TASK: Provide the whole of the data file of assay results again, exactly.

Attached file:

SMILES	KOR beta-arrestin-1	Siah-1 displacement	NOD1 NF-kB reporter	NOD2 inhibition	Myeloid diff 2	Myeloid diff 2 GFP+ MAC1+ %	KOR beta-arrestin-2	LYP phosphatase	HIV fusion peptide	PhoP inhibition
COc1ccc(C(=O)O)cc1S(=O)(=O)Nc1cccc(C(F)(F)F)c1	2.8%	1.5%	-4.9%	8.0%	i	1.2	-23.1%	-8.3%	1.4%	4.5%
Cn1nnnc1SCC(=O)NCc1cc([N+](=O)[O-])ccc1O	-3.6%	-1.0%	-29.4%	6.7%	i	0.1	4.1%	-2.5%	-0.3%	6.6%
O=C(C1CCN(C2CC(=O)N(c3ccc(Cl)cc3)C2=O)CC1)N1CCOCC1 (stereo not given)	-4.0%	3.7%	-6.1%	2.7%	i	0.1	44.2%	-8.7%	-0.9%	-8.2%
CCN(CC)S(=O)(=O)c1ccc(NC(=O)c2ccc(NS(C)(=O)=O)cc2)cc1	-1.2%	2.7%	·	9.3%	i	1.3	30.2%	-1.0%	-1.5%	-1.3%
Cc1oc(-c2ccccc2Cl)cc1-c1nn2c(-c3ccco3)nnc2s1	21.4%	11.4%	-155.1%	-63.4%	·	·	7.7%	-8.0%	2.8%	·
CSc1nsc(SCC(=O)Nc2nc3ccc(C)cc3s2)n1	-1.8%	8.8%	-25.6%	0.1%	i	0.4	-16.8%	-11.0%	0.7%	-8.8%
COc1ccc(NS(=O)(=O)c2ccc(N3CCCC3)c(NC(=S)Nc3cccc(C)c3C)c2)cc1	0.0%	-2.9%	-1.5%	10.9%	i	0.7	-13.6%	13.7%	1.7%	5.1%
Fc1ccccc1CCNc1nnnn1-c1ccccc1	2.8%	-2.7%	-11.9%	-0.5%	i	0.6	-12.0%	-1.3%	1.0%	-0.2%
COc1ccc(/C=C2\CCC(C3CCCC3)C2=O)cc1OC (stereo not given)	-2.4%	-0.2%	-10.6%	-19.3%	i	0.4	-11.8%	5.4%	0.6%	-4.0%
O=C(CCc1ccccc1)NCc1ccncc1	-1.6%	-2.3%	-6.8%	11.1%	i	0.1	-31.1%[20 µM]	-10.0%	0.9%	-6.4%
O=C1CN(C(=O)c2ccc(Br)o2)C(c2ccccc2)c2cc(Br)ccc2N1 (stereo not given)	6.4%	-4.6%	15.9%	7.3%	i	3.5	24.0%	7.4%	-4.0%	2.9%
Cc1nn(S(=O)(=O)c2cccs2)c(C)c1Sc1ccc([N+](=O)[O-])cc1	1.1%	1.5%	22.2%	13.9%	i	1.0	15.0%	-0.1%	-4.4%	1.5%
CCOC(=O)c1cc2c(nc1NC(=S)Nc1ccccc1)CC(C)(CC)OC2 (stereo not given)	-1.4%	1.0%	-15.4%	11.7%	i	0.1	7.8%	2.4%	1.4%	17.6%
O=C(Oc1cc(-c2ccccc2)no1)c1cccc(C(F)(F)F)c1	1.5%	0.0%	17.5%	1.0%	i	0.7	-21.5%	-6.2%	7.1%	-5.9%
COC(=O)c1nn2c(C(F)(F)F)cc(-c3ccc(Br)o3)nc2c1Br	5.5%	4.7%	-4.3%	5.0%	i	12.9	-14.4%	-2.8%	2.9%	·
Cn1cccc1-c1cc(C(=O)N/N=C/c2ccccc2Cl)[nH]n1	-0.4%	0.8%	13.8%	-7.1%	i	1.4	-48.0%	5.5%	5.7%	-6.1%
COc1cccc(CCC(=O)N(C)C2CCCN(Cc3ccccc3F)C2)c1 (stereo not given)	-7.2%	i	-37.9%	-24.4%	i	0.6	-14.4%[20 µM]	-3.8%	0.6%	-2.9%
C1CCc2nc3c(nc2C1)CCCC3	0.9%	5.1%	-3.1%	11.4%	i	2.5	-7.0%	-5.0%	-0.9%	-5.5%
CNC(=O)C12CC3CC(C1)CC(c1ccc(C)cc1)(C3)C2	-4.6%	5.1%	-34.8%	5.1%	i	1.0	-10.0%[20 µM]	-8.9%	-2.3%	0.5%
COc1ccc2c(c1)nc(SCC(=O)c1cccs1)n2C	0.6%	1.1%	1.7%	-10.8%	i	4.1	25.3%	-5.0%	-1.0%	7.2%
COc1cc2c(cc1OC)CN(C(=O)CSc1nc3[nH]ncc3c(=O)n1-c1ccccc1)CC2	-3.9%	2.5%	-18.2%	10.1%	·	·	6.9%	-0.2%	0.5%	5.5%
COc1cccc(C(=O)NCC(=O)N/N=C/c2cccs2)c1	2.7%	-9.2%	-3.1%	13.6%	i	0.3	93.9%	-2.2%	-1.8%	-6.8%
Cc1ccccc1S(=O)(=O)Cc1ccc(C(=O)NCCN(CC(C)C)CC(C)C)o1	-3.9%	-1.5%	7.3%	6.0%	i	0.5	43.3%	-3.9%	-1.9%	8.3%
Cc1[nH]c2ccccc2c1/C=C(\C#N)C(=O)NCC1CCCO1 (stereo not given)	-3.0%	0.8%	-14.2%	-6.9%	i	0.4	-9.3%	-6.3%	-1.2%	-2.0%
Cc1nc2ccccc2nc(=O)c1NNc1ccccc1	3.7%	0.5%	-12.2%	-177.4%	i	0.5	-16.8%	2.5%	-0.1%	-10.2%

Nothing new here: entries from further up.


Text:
SMILES	KOR beta-arrestin-1	Siah-1 displacement	NOD1 NF-kB reporter	NOD2 inhibition	Myeloid diff 2	Myeloid diff 2 GFP+ MAC1+ %	KOR beta-arrestin-2	LYP phosphatase	HIV fusion peptide	PhoP inhibition
COc1ccc(C(=O)O)cc1S(=O)(=O)Nc1cccc(C(F)(F)F)c1	2.8%	1.5%	-4.9%	8.0%	i	1.2	-23.1%	-8.3%	1.4%	4.5%
Cn1nnnc1SCC(=O)NCc1cc([N+](=O)[O-])ccc1O	-3.6%	-1.0%	-29.4%	6.7%	i	0.1	4.1%	-2.5%	-0.3%	6.6%
O=C(C1CCN(C2CC(=O)N(c3ccc(Cl)cc3)C2=O)CC1)N1CCOCC1 (stereo not given)	-4.0%	3.7%	-6.1%	2.7%	i	0.1	44.2%	-8.7%	-0.9%	-8.2%
CCN(CC)S(=O)(=O)c1ccc(NC(=O)c2ccc(NS(C)(=O)=O)cc2)cc1	-1.2%	2.7%	·	9.3%	i	1.3	30.2%	-1.0%	-1.5%	-1.3%
Cc1oc(-c2ccccc2Cl)cc1-c1nn2c(-c3ccco3)nnc2s1	21.4%	11.4%	-155.1%	-63.4%	·	·	7.7%	-8.0%	2.8%	·
CSc1nsc(SCC(=O)Nc2nc3ccc(C)cc3s2)n1	-1.8%	8.8%	-25.6%	0.1%	i	0.4	-16.8%	-11.0%	0.7%	-8.8%
COc1ccc(NS(=O)(=O)c2ccc(N3CCCC3)c(NC(=S)Nc3cccc(C)c3C)c2)cc1	0.0%	-2.9%	-1.5%	10.9%	i	0.7	-13.6%	13.7%	1.7%	5.1%
Fc1ccccc1CCNc1nnnn1-c1ccccc1	2.8%	-2.7%	-11.9%	-0.5%	i	0.6	-12.0%	-1.3%	1.0%	-0.2%
COc1ccc(/C=C2\CCC(C3CCCC3)C2=O)cc1OC (stereo not given)	-2.4%	-0.2%	-10.6%	-19.3%	i	0.4	-11.8%	5.4%	0.6%	-4.0%
O=C(CCc1ccccc1)NCc1ccncc1	-1.6%	-2.3%	-6.8%	11.1%	i	0.1	-31.1%[20 µM]	-10.0%	0.9%	-6.4%
O=C1CN(C(=O)c2ccc(Br)o2)C(c2ccccc2)c2cc(Br)ccc2N1 (stereo not given)	6.4%	-4.6%	15.9%	7.3%	i	3.5	24.0%	7.4%	-4.0%	2.9%
Cc1nn(S(=O)(=O)c2cccs2)c(C)c1Sc1ccc([N+](=O)[O-])cc1	1.1%	1.5%	22.2%	13.9%	i	1.0	15.0%	-0.1%	-4.4%	1.5%
CCOC(=O)c1cc2c(nc1NC(=S)Nc1ccccc1)CC(C)(CC)OC2 (stereo not given)	-1.4%	1.0%	-15.4%	11.7%	i	0.1	7.8%	2.4%	1.4%	17.6%
O=C(Oc1cc(-c2ccccc2)no1)c1cccc(C(F)(F)F)c1	1.5%	0.0%	17.5%	1.0%	i	0.7	-21.5%	-6.2%	7.1%	-5.9%
COC(=O)c1nn2c(C(F)(F)F)cc(-c3ccc(Br)o3)nc2c1Br	5.5%	4.7%	-4.3%	5.0%	i	12.9	-14.4%	-2.8%	2.9%	·
Cn1cccc1-c1cc(C(=O)N/N=C/c2ccccc2Cl)[nH]n1	-0.4%	0.8%	13.8%	-7.1%	i	1.4	-48.0%	5.5%	5.7%	-6.1%
COc1cccc(CCC(=O)N(C)C2CCCN(Cc3ccccc3F)C2)c1 (stereo not given)	-7.2%	i	-37.9%	-24.4%	i	0.6	-14.4%[20 µM]	-3.8%	0.6%	-2.9%
C1CCc2nc3c(nc2C1)CCCC3	0.9%	5.1%	-3.1%	11.4%	i	2.5	-7.0%	-5.0%	-0.9%	-5.5%
CNC(=O)C12CC3CC(C1)CC(c1ccc(C)cc1)(C3)C2	-4.6%	5.1%	-34.8%	5.1%	i	1.0	-10.0%[20 µM]	-8.9%	-2.3%	0.5%
COc1ccc2c(c1)nc(SCC(=O)c1cccs1)n2C	0.6%	1.1%	1.7%	-10.8%	i	4.1	25.3%	-5.0%	-1.0%	7.2%
COc1cc2c(cc1OC)CN(C(=O)CSc1nc3[nH]ncc3c(=O)n1-c1ccccc1)CC2	-3.9%	2.5%	-18.2%	10.1%	·	·	6.9%	-0.2%	0.5%	5.5%
COc1cccc(C(=O)NCC(=O)N/N=C/c2cccs2)c1	2.7%	-9.2%	-3.1%	13.6%	i	0.3	93.9%	-2.2%	-1.8%	-6.8%
Cc1ccccc1S(=O)(=O)Cc1ccc(C(=O)NCCN(CC(C)C)CC(C)C)o1	-3.9%	-1.5%	7.3%	6.0%	i	0.5	43.3%	-3.9%	-1.9%	8.3%
Cc1[nH]c2ccccc2c1/C=C(\C#N)C(=O)NCC1CCCO1 (stereo not given)	-3.0%	0.8%	-14.2%	-6.9%	i	0.4	-9.3%	-6.3%	-1.2%	-2.0%
Cc1nc2ccccc2nc(=O)c1NNc1ccccc1	3.7%	0.5%	-12.2%	-177.4%	i	0.5	-16.8%	2.5%	-0.1%	-10.2%

Nothing new here: entries from further up.